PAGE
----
New Finnish Grammar

I’m currently reading New Finnish Grammar, an English translation of Diego Marani’s novel Nuova grammatica finlandese. It is the story of a man who is found unconscious with a serious head injury on a street in Trieste and who is cared for by a Finnish doctor, who believes he is Finnish as his jacket has a name tag with the Finnish name Sampo Karjalainen. When the mystery man regains conscious he has no memory or language so has no idea who he is, where he’s from or how he ended up in Trieste. The doctor does his best to teach Sampo, the name he adopts, to speak Finnish, then later arranges for him to continue his treatment in Helsinki.

It’s a really good translation that reads as if it was originally written in English, the language used very expressive and interesting, and there are lots of interesting bits about language acquisition and about the Finnish language. Here is a selection:

“In the Finnish language the noun is hard to lay hands on, hidden as it is behind the endless declensions of its fifteen cases and only rarely caught unawares in the nominative.

Is this true?

In the Finnish sentence the words are grouped around the verb like moons around a planet, and whichever one is nearest the verb becomes the subject. In European languages the sentence is a straight line, in Finnish it is a circle, within which something happens.

Is this a good description of Finnish sentences?

I was beginning to be able to express myself, even if somewhat stiltedly. I would learn the words already declined, a different one for each case, and when I did not know how to put them together I made do with saying them at random, hoping that intonation and gesture would go some way towards making up for lack of syntax. And yet, while still lacking firm banks, the Finnish language was gradually carving itself out a bed in the quicksands of my mind, with the words that I had tamed coursing down it and gradually informing me of the meaning of others. Branching out and joining up, they sent the thousand drops of sound which make up a language into circulation, watering and strengthening my awareness, my ability to sense the boundaries of meaning.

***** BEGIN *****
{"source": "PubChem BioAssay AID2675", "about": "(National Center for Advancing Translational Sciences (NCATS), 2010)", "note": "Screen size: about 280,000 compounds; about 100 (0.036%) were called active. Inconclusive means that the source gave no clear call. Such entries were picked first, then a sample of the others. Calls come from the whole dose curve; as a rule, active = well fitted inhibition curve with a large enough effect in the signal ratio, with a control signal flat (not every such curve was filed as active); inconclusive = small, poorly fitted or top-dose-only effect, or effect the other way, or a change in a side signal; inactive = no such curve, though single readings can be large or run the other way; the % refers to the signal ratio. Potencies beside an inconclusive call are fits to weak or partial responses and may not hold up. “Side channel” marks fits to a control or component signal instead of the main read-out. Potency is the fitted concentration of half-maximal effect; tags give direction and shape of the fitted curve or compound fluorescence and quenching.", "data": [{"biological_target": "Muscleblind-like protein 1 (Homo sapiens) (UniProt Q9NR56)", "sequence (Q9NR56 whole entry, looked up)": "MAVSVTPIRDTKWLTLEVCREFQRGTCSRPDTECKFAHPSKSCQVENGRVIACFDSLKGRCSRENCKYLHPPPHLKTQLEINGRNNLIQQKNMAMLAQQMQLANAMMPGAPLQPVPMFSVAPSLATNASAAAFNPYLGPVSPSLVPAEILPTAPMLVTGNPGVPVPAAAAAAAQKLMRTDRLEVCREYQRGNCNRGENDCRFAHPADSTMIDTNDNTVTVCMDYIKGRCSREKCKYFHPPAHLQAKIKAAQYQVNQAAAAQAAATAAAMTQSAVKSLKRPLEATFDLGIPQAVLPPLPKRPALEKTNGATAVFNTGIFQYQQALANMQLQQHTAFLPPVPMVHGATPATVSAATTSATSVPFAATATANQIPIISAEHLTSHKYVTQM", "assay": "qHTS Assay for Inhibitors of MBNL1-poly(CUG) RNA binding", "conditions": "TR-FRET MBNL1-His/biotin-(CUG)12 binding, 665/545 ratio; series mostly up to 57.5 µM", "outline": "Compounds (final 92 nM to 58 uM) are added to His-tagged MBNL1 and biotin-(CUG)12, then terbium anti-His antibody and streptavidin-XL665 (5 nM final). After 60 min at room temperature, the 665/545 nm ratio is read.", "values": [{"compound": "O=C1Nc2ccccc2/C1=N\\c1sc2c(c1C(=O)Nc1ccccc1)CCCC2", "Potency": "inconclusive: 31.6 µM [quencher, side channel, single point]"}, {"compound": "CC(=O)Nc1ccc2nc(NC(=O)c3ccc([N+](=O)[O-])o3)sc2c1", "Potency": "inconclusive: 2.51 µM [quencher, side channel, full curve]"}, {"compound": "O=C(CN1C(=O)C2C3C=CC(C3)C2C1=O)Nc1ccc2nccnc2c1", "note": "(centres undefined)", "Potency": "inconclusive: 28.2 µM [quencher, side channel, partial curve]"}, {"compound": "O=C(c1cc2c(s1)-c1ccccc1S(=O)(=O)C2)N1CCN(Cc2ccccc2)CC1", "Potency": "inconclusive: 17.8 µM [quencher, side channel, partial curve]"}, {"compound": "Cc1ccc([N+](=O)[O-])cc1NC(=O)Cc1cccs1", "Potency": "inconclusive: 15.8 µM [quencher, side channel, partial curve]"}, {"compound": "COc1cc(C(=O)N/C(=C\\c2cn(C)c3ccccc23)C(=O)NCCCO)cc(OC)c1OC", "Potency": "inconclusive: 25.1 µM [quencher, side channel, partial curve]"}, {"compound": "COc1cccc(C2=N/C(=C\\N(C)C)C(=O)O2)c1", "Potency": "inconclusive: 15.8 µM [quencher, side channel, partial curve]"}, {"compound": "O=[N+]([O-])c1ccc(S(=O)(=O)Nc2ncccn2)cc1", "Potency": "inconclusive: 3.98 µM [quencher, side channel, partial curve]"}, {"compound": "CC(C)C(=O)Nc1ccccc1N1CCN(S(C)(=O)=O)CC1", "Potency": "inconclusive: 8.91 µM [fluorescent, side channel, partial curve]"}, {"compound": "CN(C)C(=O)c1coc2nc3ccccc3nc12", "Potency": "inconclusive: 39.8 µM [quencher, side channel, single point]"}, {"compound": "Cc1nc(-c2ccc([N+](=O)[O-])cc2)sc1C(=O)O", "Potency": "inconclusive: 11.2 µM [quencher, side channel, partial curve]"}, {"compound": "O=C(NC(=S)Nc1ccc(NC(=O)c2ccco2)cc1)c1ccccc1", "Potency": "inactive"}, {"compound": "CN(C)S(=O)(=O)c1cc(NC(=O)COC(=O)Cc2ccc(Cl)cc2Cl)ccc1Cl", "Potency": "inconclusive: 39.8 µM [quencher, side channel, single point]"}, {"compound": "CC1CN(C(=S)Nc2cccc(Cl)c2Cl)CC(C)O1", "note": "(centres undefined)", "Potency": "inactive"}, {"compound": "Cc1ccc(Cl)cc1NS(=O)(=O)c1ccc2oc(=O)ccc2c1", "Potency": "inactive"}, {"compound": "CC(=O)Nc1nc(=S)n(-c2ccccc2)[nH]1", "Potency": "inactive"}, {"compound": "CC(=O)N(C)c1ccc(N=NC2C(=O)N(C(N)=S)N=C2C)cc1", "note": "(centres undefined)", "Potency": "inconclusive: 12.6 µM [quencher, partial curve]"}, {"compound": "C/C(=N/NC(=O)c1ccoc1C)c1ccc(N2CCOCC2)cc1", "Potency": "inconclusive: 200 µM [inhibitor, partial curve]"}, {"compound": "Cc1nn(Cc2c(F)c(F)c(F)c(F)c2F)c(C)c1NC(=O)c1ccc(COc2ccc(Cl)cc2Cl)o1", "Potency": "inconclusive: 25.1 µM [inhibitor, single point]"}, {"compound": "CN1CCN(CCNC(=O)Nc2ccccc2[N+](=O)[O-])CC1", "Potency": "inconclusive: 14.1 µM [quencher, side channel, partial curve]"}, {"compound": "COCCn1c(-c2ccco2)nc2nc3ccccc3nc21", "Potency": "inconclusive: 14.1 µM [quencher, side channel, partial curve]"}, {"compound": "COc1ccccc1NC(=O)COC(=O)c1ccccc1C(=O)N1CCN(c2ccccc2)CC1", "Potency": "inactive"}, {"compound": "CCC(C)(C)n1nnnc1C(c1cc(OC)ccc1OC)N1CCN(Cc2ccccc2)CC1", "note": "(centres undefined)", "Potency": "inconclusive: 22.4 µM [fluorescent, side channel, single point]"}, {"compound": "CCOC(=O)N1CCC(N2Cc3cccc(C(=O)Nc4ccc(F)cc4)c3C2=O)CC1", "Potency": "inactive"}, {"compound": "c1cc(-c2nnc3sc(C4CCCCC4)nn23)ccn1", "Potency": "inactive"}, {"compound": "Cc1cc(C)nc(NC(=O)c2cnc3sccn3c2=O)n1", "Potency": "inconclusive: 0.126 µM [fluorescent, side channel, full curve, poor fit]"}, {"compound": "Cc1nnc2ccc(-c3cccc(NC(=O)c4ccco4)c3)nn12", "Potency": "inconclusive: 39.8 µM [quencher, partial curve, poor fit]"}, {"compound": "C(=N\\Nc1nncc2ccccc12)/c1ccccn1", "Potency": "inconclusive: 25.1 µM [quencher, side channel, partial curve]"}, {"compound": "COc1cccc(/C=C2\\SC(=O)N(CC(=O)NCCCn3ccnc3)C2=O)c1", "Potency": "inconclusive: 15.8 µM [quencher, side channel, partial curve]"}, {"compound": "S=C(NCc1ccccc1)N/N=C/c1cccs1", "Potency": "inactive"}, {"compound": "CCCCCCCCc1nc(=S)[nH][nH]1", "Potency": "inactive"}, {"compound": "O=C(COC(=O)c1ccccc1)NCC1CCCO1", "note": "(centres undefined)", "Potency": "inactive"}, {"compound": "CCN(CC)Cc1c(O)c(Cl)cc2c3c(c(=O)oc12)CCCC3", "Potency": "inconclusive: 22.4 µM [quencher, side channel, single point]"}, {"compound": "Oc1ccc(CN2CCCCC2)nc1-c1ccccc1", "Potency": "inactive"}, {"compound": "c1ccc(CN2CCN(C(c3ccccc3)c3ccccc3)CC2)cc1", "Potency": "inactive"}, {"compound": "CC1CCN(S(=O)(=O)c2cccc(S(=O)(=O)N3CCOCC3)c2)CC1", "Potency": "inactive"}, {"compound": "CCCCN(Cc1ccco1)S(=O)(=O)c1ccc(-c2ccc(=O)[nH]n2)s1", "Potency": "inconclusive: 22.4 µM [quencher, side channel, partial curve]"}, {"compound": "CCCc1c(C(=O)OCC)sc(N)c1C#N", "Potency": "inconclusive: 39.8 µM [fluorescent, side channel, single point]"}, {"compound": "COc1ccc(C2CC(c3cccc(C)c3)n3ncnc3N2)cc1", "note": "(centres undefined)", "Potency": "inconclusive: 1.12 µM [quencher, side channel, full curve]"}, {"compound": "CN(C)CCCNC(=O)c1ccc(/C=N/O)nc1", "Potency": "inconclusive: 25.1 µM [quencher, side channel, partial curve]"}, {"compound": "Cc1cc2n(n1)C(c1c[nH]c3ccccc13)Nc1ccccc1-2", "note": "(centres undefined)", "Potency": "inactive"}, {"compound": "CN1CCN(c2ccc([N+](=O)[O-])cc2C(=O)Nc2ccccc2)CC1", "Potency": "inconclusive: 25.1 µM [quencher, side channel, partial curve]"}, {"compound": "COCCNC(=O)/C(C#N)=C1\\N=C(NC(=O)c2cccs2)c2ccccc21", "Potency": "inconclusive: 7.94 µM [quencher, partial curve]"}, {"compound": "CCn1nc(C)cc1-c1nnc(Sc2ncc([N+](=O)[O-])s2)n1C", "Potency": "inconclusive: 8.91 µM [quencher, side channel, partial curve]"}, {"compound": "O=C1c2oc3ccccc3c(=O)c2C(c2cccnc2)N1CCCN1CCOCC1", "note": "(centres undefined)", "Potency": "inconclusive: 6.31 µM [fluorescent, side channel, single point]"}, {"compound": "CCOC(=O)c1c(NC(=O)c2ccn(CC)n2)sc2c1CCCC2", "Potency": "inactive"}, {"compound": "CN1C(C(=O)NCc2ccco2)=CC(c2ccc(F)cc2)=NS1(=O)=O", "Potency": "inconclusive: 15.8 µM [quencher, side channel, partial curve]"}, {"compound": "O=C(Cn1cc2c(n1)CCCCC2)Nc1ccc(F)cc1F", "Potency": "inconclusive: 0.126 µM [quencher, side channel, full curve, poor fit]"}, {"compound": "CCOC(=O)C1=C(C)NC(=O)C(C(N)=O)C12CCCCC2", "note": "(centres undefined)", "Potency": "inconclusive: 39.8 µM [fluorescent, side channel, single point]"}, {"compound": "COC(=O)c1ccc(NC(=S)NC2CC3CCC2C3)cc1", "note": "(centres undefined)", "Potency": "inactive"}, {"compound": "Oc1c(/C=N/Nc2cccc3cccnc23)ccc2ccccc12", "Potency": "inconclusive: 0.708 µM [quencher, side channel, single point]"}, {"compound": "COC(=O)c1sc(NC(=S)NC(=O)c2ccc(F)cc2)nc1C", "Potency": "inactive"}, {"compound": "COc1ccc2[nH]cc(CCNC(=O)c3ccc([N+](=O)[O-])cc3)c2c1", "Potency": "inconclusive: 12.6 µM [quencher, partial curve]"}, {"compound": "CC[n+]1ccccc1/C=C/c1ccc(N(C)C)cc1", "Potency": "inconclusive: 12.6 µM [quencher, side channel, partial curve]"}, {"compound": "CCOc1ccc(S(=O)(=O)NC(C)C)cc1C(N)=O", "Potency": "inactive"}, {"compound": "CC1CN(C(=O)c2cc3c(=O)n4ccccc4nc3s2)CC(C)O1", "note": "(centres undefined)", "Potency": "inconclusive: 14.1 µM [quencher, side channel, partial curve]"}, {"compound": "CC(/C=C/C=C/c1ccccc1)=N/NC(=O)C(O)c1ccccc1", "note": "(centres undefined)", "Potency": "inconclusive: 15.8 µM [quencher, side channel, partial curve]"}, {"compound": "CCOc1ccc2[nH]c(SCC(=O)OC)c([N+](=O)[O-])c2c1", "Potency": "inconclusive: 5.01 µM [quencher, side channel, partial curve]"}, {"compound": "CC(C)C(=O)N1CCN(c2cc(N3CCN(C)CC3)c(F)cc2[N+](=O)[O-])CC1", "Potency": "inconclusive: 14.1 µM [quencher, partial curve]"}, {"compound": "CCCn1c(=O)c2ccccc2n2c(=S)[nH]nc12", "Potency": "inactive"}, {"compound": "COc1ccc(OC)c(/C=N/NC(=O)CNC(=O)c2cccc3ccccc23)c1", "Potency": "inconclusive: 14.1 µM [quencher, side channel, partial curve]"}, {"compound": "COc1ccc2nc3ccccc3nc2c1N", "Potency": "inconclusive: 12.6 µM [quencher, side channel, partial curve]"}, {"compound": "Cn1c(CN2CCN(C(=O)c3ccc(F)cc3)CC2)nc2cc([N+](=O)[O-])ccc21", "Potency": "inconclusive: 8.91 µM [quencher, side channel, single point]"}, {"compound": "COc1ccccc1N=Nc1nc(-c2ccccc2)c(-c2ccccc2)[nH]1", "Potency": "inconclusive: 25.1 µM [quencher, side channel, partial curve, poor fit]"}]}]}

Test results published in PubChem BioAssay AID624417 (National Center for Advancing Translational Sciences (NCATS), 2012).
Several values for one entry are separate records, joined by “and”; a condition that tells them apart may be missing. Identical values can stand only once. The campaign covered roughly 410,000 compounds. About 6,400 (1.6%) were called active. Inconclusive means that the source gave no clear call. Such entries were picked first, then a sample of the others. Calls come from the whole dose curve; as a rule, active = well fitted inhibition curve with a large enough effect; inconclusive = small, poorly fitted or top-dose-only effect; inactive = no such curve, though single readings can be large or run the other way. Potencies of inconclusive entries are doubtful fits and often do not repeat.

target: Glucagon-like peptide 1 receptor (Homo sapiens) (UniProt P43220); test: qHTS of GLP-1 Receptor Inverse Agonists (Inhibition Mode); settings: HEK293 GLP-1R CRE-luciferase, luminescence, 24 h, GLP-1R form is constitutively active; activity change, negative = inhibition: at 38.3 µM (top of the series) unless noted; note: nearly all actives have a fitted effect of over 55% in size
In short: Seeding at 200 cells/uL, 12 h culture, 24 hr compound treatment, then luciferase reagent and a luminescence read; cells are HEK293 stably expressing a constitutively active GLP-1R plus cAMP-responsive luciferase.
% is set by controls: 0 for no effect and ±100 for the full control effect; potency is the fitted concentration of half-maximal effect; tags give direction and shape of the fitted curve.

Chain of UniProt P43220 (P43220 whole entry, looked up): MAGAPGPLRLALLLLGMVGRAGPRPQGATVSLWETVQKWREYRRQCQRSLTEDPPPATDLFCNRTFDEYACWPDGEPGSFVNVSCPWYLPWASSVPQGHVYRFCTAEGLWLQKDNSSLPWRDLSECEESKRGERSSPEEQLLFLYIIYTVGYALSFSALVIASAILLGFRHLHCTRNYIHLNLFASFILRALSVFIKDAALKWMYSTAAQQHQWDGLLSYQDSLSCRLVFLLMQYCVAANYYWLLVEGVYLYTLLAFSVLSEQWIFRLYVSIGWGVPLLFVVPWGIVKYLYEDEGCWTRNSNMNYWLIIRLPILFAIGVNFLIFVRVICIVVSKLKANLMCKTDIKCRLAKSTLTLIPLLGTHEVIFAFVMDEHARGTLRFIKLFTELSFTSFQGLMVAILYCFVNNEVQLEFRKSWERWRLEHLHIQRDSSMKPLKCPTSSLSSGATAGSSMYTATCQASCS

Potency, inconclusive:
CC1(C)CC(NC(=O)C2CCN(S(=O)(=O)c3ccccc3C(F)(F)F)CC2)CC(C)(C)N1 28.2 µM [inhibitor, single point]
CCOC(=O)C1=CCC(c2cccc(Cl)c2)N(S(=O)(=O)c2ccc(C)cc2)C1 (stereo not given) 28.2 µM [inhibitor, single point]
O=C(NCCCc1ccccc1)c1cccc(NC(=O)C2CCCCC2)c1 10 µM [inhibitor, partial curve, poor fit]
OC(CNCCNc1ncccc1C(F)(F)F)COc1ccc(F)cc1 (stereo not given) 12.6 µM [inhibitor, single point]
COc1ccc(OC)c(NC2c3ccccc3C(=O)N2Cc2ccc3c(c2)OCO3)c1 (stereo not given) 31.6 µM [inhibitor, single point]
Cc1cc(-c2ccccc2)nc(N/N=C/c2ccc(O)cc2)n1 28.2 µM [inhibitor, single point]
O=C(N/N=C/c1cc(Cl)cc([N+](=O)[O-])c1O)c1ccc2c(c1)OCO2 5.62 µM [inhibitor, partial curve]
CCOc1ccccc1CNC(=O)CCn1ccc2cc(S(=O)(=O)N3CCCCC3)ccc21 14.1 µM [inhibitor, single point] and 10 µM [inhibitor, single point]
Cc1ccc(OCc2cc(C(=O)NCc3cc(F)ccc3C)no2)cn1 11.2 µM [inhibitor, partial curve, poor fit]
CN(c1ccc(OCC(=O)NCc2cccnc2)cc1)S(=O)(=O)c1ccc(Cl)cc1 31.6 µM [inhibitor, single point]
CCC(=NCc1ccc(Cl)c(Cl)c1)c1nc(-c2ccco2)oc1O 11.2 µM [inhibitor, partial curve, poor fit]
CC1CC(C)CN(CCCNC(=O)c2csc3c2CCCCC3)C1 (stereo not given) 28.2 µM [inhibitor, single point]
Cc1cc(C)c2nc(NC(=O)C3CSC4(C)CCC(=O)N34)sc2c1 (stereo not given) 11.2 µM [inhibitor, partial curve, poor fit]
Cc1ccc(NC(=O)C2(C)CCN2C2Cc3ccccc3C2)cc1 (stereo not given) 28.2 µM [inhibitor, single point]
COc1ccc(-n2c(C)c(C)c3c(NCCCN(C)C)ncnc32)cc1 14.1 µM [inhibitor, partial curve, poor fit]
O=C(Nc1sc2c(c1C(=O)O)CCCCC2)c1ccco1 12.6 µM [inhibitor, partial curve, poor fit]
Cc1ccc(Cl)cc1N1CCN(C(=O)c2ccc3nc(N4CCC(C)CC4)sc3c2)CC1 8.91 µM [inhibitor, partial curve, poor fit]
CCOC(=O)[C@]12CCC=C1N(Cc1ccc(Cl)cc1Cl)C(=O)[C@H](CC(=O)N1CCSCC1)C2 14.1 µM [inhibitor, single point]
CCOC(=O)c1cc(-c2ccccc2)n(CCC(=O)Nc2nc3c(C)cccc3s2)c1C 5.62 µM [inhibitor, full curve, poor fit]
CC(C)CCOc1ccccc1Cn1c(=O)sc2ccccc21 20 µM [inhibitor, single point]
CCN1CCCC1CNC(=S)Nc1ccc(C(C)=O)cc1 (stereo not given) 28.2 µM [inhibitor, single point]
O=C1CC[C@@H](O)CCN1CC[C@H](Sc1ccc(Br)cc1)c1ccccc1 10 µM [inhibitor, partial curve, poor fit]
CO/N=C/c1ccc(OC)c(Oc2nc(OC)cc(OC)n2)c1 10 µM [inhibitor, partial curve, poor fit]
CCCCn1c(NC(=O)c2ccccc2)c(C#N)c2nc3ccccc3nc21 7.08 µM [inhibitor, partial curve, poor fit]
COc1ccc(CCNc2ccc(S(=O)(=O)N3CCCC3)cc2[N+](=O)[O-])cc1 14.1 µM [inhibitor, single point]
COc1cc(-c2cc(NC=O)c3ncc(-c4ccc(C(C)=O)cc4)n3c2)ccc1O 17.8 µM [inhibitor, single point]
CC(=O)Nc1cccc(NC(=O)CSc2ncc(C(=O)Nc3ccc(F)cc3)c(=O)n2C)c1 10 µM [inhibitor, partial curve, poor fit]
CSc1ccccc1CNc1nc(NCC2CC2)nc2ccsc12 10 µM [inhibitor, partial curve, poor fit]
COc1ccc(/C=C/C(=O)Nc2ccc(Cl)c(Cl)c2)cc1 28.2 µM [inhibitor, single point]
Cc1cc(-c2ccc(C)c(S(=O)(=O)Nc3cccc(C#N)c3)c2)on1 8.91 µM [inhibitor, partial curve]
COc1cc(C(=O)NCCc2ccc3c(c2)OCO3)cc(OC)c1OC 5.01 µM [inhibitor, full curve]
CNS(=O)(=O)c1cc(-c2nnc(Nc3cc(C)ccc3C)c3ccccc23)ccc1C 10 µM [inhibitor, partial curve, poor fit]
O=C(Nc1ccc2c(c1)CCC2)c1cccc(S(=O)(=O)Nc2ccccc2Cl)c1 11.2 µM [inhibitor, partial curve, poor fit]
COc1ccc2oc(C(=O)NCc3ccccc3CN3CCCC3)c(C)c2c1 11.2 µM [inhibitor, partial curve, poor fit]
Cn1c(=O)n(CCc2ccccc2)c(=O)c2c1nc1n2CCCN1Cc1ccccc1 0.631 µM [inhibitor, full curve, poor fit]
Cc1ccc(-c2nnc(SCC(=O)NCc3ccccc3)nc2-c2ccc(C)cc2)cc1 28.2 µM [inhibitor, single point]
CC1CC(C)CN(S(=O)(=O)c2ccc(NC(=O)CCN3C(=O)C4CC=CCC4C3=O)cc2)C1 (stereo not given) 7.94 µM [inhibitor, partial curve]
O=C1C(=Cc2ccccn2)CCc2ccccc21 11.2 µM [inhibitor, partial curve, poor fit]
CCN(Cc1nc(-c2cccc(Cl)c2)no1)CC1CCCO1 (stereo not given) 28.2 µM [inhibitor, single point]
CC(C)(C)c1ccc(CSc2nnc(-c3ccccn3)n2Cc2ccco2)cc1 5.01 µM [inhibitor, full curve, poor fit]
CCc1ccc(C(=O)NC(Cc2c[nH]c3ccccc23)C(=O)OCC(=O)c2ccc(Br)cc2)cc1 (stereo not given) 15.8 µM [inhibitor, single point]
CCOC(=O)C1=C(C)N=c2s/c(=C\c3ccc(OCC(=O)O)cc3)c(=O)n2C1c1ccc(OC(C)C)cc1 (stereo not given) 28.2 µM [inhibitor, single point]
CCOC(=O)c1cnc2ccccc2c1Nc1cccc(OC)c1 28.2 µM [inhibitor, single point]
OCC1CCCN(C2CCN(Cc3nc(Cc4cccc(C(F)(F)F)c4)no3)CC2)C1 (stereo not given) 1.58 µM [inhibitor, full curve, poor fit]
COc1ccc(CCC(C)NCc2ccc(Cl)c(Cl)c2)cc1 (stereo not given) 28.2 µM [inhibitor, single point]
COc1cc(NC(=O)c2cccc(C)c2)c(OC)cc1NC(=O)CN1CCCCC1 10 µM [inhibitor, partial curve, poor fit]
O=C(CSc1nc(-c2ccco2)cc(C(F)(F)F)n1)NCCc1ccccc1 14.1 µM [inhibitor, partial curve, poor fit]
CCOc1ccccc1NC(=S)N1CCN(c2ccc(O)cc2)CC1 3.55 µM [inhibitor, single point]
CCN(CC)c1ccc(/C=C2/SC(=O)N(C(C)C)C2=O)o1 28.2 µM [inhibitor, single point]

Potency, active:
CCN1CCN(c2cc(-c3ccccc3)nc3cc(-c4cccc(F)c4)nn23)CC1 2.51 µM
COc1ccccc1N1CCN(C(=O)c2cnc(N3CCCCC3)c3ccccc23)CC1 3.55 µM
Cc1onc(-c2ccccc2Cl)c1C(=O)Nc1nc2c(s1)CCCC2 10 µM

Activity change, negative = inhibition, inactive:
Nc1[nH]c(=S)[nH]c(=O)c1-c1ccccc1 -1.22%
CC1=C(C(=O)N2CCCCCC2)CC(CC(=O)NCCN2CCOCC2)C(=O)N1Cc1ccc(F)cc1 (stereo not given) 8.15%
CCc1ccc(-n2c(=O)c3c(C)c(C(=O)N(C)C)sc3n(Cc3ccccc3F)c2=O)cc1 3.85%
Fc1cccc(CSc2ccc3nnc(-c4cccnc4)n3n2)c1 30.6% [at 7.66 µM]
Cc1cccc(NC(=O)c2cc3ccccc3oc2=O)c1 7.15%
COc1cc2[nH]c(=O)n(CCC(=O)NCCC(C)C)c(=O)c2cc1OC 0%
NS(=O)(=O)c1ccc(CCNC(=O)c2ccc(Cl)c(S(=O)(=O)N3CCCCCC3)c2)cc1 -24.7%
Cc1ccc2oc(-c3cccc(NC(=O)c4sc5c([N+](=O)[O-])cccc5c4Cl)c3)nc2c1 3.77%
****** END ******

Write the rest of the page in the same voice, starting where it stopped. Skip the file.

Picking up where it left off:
I haven’t finished the book yet, but am enjoying it so far and would certainly recommend it.

9 thoughts on “New Finnish Grammar

  1. It’s quite bullshit.

    Yes, obviously there’ll be a lot of inflected nouns around (but the nominative, for quite purely statistical reasons, is more prominent than other cases – most sentences have a nominative subject (and those that don’t have a nominative subject but do have an object have a 20% chance or thereabout of having an object in the other accusative form – identical, in form, to the nominative), most don’t have a locative or a direction or a possessor or so. The partitive might compete as far as prominence goes, maybe.

    As for the “planet and moons” description – no way, the subject can be anywhere, the object can be anywhere – minä auton ostin – I.nom car.acc bought-1sg still has minä as subject even though it is the most distant noun. Even non-nominative subjects (such as genitives with certain modal auxiliaries, partitives with existential intransitives, and so on) can be freely placed anywhere, and will still be subjects.